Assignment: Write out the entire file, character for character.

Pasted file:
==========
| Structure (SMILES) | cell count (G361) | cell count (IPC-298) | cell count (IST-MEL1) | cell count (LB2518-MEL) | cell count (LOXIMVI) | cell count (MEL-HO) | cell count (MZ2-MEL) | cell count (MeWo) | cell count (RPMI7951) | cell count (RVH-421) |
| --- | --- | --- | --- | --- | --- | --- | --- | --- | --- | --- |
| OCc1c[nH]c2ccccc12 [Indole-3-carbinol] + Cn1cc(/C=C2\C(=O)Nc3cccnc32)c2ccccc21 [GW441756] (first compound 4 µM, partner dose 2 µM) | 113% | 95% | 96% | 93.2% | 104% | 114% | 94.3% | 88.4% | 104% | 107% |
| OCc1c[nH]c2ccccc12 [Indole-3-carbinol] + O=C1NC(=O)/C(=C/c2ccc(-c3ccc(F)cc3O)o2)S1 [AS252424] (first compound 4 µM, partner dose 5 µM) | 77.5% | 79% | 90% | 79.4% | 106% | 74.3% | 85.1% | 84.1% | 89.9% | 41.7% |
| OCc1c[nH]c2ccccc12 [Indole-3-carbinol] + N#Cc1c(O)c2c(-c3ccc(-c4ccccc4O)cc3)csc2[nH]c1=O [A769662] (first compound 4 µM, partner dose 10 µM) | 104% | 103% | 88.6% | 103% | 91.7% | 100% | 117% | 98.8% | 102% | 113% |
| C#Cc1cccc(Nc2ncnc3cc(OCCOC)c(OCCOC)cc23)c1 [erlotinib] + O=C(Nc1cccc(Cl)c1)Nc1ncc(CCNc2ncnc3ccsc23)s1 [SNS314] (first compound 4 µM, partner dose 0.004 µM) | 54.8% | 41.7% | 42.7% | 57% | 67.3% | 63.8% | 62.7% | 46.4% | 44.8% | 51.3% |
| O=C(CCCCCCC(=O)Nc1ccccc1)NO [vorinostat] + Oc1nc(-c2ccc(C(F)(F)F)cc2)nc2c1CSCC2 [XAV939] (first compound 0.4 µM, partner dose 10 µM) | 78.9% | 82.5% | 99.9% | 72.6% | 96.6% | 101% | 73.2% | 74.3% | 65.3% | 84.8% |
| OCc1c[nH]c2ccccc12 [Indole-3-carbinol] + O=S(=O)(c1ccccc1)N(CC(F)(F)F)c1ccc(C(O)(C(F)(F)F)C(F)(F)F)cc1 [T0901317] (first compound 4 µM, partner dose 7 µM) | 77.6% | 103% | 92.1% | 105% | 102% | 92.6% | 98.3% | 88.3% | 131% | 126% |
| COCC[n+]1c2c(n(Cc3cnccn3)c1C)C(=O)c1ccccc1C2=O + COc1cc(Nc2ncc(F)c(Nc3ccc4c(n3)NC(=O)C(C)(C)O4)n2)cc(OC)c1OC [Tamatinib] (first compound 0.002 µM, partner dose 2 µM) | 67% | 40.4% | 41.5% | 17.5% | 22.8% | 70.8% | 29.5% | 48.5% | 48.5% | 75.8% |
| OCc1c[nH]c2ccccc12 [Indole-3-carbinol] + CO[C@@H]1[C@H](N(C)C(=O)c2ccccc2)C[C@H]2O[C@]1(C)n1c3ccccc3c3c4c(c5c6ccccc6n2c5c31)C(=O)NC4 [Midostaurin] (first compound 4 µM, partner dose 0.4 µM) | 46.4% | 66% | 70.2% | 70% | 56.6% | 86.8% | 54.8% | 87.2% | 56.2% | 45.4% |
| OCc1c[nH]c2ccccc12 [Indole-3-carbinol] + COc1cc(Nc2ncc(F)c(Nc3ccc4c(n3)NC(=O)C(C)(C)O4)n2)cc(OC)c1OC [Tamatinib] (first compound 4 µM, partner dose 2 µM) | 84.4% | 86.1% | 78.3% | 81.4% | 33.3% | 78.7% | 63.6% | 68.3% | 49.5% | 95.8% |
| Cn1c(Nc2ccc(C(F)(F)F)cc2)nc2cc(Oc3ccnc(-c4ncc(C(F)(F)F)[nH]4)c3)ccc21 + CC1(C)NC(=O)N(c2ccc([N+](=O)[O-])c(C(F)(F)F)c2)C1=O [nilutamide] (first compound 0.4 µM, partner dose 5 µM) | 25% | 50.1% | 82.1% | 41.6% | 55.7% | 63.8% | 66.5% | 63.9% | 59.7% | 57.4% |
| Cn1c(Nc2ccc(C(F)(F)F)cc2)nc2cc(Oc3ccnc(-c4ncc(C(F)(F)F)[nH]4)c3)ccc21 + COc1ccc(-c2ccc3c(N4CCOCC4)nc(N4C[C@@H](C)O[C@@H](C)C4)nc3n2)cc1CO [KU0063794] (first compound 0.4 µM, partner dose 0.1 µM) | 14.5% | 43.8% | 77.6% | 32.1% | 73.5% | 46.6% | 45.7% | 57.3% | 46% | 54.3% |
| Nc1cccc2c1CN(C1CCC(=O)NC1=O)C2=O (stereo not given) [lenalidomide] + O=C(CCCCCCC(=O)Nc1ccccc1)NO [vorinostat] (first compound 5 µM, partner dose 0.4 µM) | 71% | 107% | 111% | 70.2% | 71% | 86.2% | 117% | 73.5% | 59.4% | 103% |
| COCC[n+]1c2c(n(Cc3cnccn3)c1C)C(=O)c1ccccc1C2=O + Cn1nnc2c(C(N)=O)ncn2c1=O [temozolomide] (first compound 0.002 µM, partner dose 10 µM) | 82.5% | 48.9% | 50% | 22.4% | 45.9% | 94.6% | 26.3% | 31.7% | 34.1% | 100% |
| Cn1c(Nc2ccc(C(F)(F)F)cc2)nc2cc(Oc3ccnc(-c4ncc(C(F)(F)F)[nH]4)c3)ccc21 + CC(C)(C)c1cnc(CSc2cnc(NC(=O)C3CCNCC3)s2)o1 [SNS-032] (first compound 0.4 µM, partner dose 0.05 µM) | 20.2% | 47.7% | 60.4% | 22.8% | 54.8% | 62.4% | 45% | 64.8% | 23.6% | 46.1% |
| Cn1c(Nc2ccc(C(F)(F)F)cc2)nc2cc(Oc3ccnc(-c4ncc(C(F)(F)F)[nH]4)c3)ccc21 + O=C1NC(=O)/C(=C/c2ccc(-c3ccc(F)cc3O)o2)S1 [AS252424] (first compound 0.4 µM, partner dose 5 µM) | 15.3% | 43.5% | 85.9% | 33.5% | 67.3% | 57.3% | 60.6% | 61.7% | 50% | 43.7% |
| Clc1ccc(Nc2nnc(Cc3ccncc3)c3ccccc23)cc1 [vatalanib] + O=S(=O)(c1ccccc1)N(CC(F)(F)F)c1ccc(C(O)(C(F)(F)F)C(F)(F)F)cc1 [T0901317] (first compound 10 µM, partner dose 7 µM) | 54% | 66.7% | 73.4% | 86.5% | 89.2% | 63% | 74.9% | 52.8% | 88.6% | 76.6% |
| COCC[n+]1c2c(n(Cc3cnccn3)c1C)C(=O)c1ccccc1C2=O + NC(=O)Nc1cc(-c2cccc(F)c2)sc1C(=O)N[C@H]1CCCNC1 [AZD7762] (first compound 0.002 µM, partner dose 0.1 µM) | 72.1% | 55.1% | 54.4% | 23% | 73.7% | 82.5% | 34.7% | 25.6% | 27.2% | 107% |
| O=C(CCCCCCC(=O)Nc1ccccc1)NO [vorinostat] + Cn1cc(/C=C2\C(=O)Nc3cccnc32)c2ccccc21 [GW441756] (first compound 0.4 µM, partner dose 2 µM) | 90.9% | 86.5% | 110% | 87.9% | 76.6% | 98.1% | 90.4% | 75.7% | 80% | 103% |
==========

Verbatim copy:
| Structure (SMILES) | cell count (G361) | cell count (IPC-298) | cell count (IST-MEL1) | cell count (LB2518-MEL) | cell count (LOXIMVI) | cell count (MEL-HO) | cell count (MZ2-MEL) | cell count (MeWo) | cell count (RPMI7951) | cell count (RVH-421) |
| --- | --- | --- | --- | --- | --- | --- | --- | --- | --- | --- |
| OCc1c[nH]c2ccccc12 [Indole-3-carbinol] + Cn1cc(/C=C2\C(=O)Nc3cccnc32)c2ccccc21 [GW441756] (first compound 4 µM, partner dose 2 µM) | 113% | 95% | 96% | 93.2% | 104% | 114% | 94.3% | 88.4% | 104% | 107% |
| OCc1c[nH]c2ccccc12 [Indole-3-carbinol] + O=C1NC(=O)/C(=C/c2ccc(-c3ccc(F)cc3O)o2)S1 [AS252424] (first compound 4 µM, partner dose 5 µM) | 77.5% | 79% | 90% | 79.4% | 106% | 74.3% | 85.1% | 84.1% | 89.9% | 41.7% |
| OCc1c[nH]c2ccccc12 [Indole-3-carbinol] + N#Cc1c(O)c2c(-c3ccc(-c4ccccc4O)cc3)csc2[nH]c1=O [A769662] (first compound 4 µM, partner dose 10 µM) | 104% | 103% | 88.6% | 103% | 91.7% | 100% | 117% | 98.8% | 102% | 113% |
| C#Cc1cccc(Nc2ncnc3cc(OCCOC)c(OCCOC)cc23)c1 [erlotinib] + O=C(Nc1cccc(Cl)c1)Nc1ncc(CCNc2ncnc3ccsc23)s1 [SNS314] (first compound 4 µM, partner dose 0.004 µM) | 54.8% | 41.7% | 42.7% | 57% | 67.3% | 63.8% | 62.7% | 46.4% | 44.8% | 51.3% |
| O=C(CCCCCCC(=O)Nc1ccccc1)NO [vorinostat] + Oc1nc(-c2ccc(C(F)(F)F)cc2)nc2c1CSCC2 [XAV939] (first compound 0.4 µM, partner dose 10 µM) | 78.9% | 82.5% | 99.9% | 72.6% | 96.6% | 101% | 73.2% | 74.3% | 65.3% | 84.8% |
| OCc1c[nH]c2ccccc12 [Indole-3-carbinol] + O=S(=O)(c1ccccc1)N(CC(F)(F)F)c1ccc(C(O)(C(F)(F)F)C(F)(F)F)cc1 [T0901317] (first compound 4 µM, partner dose 7 µM) | 77.6% | 103% | 92.1% | 105% | 102% | 92.6% | 98.3% | 88.3% | 131% | 126% |
| COCC[n+]1c2c(n(Cc3cnccn3)c1C)C(=O)c1ccccc1C2=O + COc1cc(Nc2ncc(F)c(Nc3ccc4c(n3)NC(=O)C(C)(C)O4)n2)cc(OC)c1OC [Tamatinib] (first compound 0.002 µM, partner dose 2 µM) | 67% | 40.4% | 41.5% | 17.5% | 22.8% | 70.8% | 29.5% | 48.5% | 48.5% | 75.8% |
| OCc1c[nH]c2ccccc12 [Indole-3-carbinol] + CO[C@@H]1[C@H](N(C)C(=O)c2ccccc2)C[C@H]2O[C@]1(C)n1c3ccccc3c3c4c(c5c6ccccc6n2c5c31)C(=O)NC4 [Midostaurin] (first compound 4 µM, partner dose 0.4 µM) | 46.4% | 66% | 70.2% | 70% | 56.6% | 86.8% | 54.8% | 87.2% | 56.2% | 45.4% |
| OCc1c[nH]c2ccccc12 [Indole-3-carbinol] + COc1cc(Nc2ncc(F)c(Nc3ccc4c(n3)NC(=O)C(C)(C)O4)n2)cc(OC)c1OC [Tamatinib] (first compound 4 µM, partner dose 2 µM) | 84.4% | 86.1% | 78.3% | 81.4% | 33.3% | 78.7% | 63.6% | 68.3% | 49.5% | 95.8% |
| Cn1c(Nc2ccc(C(F)(F)F)cc2)nc2cc(Oc3ccnc(-c4ncc(C(F)(F)F)[nH]4)c3)ccc21 + CC1(C)NC(=O)N(c2ccc([N+](=O)[O-])c(C(F)(F)F)c2)C1=O [nilutamide] (first compound 0.4 µM, partner dose 5 µM) | 25% | 50.1% | 82.1% | 41.6% | 55.7% | 63.8% | 66.5% | 63.9% | 59.7% | 57.4% |
| Cn1c(Nc2ccc(C(F)(F)F)cc2)nc2cc(Oc3ccnc(-c4ncc(C(F)(F)F)[nH]4)c3)ccc21 + COc1ccc(-c2ccc3c(N4CCOCC4)nc(N4C[C@@H](C)O[C@@H](C)C4)nc3n2)cc1CO [KU0063794] (first compound 0.4 µM, partner dose 0.1 µM) | 14.5% | 43.8% | 77.6% | 32.1% | 73.5% | 46.6% | 45.7% | 57.3% | 46% | 54.3% |
| Nc1cccc2c1CN(C1CCC(=O)NC1=O)C2=O (stereo not given) [lenalidomide] + O=C(CCCCCCC(=O)Nc1ccccc1)NO [vorinostat] (first compound 5 µM, partner dose 0.4 µM) | 71% | 107% | 111% | 70.2% | 71% | 86.2% | 117% | 73.5% | 59.4% | 103% |
| COCC[n+]1c2c(n(Cc3cnccn3)c1C)C(=O)c1ccccc1C2=O + Cn1nnc2c(C(N)=O)ncn2c1=O [temozolomide] (first compound 0.002 µM, partner dose 10 µM) | 82.5% | 48.9% | 50% | 22.4% | 45.9% | 94.6% | 26.3% | 31.7% | 34.1% | 100% |
| Cn1c(Nc2ccc(C(F)(F)F)cc2)nc2cc(Oc3ccnc(-c4ncc(C(F)(F)F)[nH]4)c3)ccc21 + CC(C)(C)c1cnc(CSc2cnc(NC(=O)C3CCNCC3)s2)o1 [SNS-032] (first compound 0.4 µM, partner dose 0.05 µM) | 20.2% | 47.7% | 60.4% | 22.8% | 54.8% | 62.4% | 45% | 64.8% | 23.6% | 46.1% |
| Cn1c(Nc2ccc(C(F)(F)F)cc2)nc2cc(Oc3ccnc(-c4ncc(C(F)(F)F)[nH]4)c3)ccc21 + O=C1NC(=O)/C(=C/c2ccc(-c3ccc(F)cc3O)o2)S1 [AS252424] (first compound 0.4 µM, partner dose 5 µM) | 15.3% | 43.5% | 85.9% | 33.5% | 67.3% | 57.3% | 60.6% | 61.7% | 50% | 43.7% |
| Clc1ccc(Nc2nnc(Cc3ccncc3)c3ccccc23)cc1 [vatalanib] + O=S(=O)(c1ccccc1)N(CC(F)(F)F)c1ccc(C(O)(C(F)(F)F)C(F)(F)F)cc1 [T0901317] (first compound 10 µM, partner dose 7 µM) | 54% | 66.7% | 73.4% | 86.5% | 89.2% | 63% | 74.9% | 52.8% | 88.6% | 76.6% |
| COCC[n+]1c2c(n(Cc3cnccn3)c1C)C(=O)c1ccccc1C2=O + NC(=O)Nc1cc(-c2cccc(F)c2)sc1C(=O)N[C@H]1CCCNC1 [AZD7762] (first compound 0.002 µM, partner dose 0.1 µM) | 72.1% | 55.1% | 54.4% | 23% | 73.7% | 82.5% | 34.7% | 25.6% | 27.2% | 107% |
| O=C(CCCCCCC(=O)Nc1ccccc1)NO [vorinostat] + Cn1cc(/C=C2\C(=O)Nc3cccnc32)c2ccccc21 [GW441756] (first compound 0.4 µM, partner dose 2 µM) | 90.9% | 86.5% | 110% | 87.9% | 76.6% | 98.1% | 90.4% | 75.7% | 80% | 103% |